MONDAY: Grisom Takes Over

Junior receiver James Grisom makes his mark on Monday with several big catches, as Sonny Dykes talks defensive line depth and the resurgence of Brendan Bigelow.

MONDAY PRACTICE LIVE THREAD, WITH PHOTOS OF CAL'S TRADITIONAL BIG GAME WEEK HELMET SHENANIGANS

BERKELEY -- After recording just four catches in the last six weeks, California receiver James Grisom had a big day on Monday, starting off the proceedings with a highlight-reel one-handed grab in scout team work on a roll-out pass from Jared Goff and then turning in an impressive 40-yard grab over the shoulder against Caleb Coleman in one-on-ones. He turned in a third eye-opening grab on a slant route, with a quick snatch in traffic during seven-on-seven work.

"He did some good stuff today. He ran around well, made some plays, so it's good to see him kind of getting back out there and doing some things," Dykes said. "His role is reduced a little bit with the emergence of Kenny [Lawler] and Bryce [Treggs] playing pretty consistently, so it was good to see him back out there, contributing."

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Last Saturday, the Bears rotated just three men on the interior of the defensive line -- Viliami Moala (who had a very strong day in the backfield against the scout team offense on Monday), Deandre Coleman and Jacobi Hunter. Against hard-running, physical Stanford this weekend, that may not be enough, particularly given the Cardinal's power running scheme and bullying play up front.

"That's what they do: They test you up front, so it'll be a big challenge," said Bears head coach Sonny Dykes. "They'll practice well and hopefully will get better. It'll be a big challenge for us on Saturday."

Stanford ranks fourth in the Pac-12 in rushing, and 29th in the nation, averaging 205.5 yards per game, and the physicality with which it plays may necessitate a fourth player rotating in. Against a depleted USC front last week, the Cardinal averaged 6.0 yards per carry, ripping off 210 yards on 35 runs.

"We'll probably be a three-man rotation. That's pretty much what we have right now," Dykes said. "Matt Williams could get into the mix a little bit, but he'd be the fourth."

The Bears may not be able to get bigger between now and Saturday, but there are ways that Cal can be bigger along the defensive front.

"We've just got to play tough, got to use our hands, got to play with great leverage and get off blocks," Dykes said. "We'll do those things. They're important. The thing we've done is, at times this year, we've been pretty effective at stopping the run we just give up big plays. We need to limit our big plays, get off blocks and we've got to tackle better. That hurt us Saturday, and we've got to do a better job tackling."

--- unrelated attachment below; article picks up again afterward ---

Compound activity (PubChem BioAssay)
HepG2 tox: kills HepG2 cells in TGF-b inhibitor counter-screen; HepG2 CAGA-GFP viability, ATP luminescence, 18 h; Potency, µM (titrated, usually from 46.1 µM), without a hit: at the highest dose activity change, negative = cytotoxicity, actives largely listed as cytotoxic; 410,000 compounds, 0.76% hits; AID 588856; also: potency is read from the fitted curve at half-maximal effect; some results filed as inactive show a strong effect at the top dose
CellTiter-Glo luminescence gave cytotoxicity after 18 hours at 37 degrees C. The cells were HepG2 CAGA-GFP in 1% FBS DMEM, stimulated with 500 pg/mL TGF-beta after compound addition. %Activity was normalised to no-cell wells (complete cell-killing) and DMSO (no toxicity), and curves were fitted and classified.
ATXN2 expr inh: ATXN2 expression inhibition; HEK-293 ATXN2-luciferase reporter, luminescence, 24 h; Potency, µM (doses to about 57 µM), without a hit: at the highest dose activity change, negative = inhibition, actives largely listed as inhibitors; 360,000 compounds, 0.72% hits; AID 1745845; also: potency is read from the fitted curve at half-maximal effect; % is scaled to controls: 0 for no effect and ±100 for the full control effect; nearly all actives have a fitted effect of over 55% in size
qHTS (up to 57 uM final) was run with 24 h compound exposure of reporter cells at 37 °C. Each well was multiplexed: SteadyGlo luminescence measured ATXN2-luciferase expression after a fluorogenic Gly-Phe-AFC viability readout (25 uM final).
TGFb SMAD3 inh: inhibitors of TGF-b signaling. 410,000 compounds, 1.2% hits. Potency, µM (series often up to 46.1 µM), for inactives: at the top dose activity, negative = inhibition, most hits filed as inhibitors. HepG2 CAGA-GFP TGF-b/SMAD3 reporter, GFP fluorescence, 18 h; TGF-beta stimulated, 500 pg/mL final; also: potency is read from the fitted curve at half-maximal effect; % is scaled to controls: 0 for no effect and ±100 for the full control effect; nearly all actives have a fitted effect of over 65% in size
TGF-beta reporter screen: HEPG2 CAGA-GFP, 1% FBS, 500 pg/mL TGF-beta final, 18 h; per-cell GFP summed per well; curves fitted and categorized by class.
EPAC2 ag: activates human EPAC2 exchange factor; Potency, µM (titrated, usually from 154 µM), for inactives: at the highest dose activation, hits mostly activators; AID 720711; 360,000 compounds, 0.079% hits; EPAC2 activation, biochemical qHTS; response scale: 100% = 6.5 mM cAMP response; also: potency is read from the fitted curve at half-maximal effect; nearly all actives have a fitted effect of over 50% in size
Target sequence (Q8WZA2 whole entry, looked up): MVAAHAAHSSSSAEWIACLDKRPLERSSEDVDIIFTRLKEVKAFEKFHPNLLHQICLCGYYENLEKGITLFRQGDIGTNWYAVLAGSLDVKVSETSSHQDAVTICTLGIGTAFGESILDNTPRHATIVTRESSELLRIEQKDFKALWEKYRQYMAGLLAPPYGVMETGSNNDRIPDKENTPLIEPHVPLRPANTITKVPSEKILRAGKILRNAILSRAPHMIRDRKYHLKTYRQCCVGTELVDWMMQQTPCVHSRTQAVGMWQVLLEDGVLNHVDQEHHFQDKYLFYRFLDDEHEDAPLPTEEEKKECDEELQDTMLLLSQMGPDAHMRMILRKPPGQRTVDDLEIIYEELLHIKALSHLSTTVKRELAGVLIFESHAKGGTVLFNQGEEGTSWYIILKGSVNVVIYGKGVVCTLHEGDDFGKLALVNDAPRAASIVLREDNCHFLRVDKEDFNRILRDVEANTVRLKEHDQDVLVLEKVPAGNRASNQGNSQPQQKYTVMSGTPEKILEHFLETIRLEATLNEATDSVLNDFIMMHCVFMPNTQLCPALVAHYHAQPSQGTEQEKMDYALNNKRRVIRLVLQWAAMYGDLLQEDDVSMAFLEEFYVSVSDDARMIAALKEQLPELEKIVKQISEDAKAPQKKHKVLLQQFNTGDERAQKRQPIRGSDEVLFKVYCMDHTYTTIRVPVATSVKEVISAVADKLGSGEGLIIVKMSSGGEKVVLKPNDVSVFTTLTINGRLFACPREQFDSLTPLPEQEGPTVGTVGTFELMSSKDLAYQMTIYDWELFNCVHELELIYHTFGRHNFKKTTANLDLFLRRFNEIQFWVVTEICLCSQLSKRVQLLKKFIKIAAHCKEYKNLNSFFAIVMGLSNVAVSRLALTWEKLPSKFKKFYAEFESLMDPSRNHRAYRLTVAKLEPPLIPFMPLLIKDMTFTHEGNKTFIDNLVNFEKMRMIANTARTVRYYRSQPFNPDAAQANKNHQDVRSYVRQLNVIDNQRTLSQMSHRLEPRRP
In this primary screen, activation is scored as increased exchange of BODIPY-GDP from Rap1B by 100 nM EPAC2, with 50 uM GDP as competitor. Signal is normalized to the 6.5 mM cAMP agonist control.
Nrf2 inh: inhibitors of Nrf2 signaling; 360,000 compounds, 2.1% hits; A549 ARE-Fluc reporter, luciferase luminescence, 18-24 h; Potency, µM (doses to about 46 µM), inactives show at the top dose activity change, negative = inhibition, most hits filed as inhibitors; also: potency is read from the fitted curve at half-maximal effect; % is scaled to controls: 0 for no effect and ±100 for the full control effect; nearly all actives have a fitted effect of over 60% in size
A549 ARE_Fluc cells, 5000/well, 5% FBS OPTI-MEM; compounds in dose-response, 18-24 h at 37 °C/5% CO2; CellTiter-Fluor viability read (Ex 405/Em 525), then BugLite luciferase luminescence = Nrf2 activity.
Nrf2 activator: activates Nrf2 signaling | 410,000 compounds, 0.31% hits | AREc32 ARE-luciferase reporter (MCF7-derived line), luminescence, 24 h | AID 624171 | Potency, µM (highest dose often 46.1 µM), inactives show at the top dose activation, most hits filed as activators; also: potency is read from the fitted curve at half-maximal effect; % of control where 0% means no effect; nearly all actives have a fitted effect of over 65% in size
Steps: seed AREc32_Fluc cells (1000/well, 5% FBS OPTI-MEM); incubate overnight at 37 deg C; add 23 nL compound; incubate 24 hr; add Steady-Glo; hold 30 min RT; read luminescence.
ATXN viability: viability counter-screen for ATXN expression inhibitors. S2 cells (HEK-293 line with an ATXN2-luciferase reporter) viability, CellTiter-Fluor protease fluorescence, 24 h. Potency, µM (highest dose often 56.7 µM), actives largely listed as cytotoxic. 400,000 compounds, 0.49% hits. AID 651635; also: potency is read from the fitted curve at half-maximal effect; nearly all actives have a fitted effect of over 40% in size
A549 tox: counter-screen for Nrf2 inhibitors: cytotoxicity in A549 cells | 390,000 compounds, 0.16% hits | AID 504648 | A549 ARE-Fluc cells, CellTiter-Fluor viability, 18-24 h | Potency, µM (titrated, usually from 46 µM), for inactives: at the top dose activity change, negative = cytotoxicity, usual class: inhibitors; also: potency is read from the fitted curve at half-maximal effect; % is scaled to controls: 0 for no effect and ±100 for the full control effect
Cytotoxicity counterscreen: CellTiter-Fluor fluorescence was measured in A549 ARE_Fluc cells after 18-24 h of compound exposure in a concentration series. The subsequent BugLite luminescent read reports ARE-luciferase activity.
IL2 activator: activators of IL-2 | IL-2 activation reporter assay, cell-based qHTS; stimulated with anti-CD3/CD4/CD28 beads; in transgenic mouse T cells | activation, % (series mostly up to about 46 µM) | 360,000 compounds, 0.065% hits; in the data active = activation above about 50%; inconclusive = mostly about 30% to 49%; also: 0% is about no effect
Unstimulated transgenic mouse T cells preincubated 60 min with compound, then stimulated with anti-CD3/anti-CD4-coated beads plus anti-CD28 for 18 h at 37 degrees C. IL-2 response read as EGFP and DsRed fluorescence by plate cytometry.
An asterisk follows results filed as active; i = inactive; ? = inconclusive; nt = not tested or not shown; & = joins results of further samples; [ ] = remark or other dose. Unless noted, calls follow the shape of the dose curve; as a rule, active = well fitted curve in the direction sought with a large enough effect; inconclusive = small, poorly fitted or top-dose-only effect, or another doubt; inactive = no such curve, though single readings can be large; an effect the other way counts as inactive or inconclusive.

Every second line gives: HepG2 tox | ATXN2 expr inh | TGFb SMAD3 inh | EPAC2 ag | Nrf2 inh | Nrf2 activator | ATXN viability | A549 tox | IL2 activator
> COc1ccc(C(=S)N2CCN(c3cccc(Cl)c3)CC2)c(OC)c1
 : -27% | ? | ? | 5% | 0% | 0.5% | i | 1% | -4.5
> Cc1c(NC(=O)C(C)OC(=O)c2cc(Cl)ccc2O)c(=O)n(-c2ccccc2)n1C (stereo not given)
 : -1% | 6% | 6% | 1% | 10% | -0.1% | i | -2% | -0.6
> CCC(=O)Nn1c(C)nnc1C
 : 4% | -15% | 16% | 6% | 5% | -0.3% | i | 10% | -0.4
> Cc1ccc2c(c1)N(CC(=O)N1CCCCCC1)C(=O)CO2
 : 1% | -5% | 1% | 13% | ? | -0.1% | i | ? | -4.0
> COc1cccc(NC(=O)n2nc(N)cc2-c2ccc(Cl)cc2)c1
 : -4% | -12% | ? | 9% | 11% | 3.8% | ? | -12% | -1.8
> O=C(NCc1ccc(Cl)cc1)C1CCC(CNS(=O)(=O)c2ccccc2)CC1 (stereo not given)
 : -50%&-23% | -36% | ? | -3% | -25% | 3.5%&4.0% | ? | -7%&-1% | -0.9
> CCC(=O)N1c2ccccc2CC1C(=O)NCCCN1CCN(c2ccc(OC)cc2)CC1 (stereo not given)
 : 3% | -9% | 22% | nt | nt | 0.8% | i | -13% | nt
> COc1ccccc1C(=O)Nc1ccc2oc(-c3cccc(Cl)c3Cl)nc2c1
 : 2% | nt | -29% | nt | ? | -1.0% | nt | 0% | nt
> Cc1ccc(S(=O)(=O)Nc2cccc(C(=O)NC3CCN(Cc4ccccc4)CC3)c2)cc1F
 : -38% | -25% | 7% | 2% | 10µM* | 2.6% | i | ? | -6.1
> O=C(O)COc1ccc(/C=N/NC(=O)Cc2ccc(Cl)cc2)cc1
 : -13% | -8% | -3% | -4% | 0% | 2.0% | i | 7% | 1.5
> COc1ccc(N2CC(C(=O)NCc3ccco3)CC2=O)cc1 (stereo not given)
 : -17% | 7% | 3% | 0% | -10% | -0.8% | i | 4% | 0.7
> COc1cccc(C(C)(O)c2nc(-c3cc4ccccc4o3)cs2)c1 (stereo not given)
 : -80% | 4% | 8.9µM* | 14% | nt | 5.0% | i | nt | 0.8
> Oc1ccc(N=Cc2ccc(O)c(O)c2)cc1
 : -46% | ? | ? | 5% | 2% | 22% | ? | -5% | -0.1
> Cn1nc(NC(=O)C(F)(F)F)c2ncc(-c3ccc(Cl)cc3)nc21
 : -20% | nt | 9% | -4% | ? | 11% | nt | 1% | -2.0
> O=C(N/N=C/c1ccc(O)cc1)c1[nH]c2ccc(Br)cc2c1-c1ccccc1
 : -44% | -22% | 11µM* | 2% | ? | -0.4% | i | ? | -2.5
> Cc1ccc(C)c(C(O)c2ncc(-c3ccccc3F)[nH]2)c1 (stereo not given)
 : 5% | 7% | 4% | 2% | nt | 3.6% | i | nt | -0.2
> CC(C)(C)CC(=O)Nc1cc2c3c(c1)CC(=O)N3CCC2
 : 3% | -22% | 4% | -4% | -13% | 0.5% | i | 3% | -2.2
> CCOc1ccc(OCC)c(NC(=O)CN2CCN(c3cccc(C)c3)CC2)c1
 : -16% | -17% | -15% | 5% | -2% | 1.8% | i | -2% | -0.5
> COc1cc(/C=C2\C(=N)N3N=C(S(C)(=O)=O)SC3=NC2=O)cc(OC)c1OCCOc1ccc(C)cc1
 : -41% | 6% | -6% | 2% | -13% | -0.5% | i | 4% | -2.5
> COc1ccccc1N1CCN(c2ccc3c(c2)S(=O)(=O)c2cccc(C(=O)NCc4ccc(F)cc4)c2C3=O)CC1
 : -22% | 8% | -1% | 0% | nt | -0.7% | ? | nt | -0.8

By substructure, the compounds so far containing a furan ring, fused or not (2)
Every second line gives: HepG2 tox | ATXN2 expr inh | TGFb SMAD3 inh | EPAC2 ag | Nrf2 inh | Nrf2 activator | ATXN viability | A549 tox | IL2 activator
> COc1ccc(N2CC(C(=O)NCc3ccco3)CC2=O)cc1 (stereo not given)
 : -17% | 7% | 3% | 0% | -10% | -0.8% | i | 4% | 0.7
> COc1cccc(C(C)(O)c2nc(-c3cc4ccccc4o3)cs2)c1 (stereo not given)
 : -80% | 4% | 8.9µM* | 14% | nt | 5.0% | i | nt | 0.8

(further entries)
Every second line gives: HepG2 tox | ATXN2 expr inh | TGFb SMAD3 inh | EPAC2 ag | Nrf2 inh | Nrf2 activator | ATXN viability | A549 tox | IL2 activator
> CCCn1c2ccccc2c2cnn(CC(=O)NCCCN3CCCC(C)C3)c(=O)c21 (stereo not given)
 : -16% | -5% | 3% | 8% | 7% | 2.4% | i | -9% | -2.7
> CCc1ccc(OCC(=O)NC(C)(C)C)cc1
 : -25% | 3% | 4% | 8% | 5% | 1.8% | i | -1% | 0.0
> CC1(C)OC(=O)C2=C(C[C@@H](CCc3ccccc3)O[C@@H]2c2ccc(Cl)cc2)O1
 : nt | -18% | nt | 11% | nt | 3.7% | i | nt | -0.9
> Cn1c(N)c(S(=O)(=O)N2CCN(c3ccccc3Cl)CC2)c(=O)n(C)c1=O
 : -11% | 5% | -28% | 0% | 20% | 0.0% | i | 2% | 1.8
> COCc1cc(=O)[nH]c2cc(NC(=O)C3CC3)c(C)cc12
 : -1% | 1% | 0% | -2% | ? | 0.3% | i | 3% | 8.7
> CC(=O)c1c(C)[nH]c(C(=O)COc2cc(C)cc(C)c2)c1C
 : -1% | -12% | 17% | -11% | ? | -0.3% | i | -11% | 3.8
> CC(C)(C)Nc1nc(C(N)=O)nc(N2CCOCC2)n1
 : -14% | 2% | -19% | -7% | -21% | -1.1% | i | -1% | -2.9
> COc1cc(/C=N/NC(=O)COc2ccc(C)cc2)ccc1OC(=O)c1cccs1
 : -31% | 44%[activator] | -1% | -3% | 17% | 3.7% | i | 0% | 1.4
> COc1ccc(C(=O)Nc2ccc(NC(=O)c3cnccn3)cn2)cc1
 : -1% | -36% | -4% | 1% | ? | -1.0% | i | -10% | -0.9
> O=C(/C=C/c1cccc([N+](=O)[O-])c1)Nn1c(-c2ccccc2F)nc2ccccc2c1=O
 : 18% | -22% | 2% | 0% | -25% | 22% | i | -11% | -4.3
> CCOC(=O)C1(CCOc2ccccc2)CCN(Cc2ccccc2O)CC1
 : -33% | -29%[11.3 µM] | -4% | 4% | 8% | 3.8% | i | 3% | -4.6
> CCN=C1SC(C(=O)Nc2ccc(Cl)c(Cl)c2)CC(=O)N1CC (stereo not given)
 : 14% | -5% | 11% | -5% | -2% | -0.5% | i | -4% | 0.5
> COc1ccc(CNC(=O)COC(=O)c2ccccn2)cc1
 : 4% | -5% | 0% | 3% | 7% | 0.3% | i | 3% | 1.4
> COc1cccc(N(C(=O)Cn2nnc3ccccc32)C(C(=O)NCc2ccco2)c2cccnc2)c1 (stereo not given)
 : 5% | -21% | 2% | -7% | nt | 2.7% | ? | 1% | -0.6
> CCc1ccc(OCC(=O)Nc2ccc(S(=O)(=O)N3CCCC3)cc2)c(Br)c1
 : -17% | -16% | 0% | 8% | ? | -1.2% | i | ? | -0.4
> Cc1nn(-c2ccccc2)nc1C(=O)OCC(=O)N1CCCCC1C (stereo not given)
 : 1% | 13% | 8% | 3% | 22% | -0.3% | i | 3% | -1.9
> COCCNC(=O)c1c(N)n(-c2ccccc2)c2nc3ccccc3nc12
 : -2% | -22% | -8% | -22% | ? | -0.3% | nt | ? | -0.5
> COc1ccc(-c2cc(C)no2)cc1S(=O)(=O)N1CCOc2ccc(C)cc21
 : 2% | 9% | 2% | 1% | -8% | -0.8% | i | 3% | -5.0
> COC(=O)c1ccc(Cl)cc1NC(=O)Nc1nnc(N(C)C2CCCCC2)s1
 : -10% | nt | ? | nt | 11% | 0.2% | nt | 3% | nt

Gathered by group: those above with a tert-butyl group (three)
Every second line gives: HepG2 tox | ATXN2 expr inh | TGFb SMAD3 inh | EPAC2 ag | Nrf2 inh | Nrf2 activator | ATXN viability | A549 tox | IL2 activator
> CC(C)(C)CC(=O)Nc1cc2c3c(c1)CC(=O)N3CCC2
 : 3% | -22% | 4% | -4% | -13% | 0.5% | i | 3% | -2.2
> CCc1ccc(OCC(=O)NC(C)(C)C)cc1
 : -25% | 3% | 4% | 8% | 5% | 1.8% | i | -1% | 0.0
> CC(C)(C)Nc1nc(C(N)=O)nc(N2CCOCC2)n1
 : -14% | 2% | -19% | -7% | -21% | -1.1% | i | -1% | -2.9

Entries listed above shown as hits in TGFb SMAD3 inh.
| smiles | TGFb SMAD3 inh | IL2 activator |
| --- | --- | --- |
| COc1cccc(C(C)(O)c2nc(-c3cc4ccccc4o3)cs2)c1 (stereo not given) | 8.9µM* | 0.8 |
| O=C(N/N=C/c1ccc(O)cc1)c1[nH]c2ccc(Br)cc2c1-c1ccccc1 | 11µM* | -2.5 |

The Cardinal fell to the Trojans in part because of USC's strength in the red zone, where Stanford went 2-for-4 and came away with just 10 points and threw a costly pick on a rushed throw by Kevin Hogan on a slant route to Ty Montgomery.

"USC played well up front. That's the strength of their defense, and I thought they did a good job up front," Dykes said. "I thought they really limited Stanford's big plays, for the most part, and tackled well. We know what the formula is. We've just got to do a good job of playing to it."

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As for Cal's own running game, it may get stronger this week if Daniel Lasco is good to go on Saturday after missing last week's game with a bum shoulder.

"We'll see. We'll see how effective Daniel is and how he feels," Dykes said. "The thing is, I thought Khalfani [Muhammad] and [Brendan] Bigelow both have improved significantly and thought they played well Saturday."

Both Lasco and Darren Ervin were in red on Monday, as they were all last week, but both saw plenty of time with the first-team offense against the scout team, as did Bigelow, who's reclaimed his spot in the backfield after his 107-yard game against Colorado.

"I thought last week, I talked to him last week, and he said he felt good, he felt comfortable, he felt faster than he has," Dykes said. "His knee felt better than it has, and I thought, going in, he might have a big game, and he did. It was good to see him do that. We'd like for him to carry it over into this game as well, and hopefully as we start moving into next year and going through spring football. We expect great things from him. We still have high hopes for him."

The duo of Bigelow and Muhammad was the tandem that Dykes and his staff had hoped would lead to an explosive running game before the season began, and a big performance on Saturday could help springboard them into spring ball and the 2014 season.

"That's kind of what we were hoping would happen a little sooner," said Dykes, who's team is 10th in the league in rushing. "But, as I said, we see signs of some improvement, some guys starting to get comfortable and perform at a higher level.

"[Bigelow] had a limited role in fall camp, because his knee, he was coming off of a knee injury, and we didn't want to put too much on him, and I think he was behind a little bit. I think now, he's starting to be more comfortable and playing better as a result."

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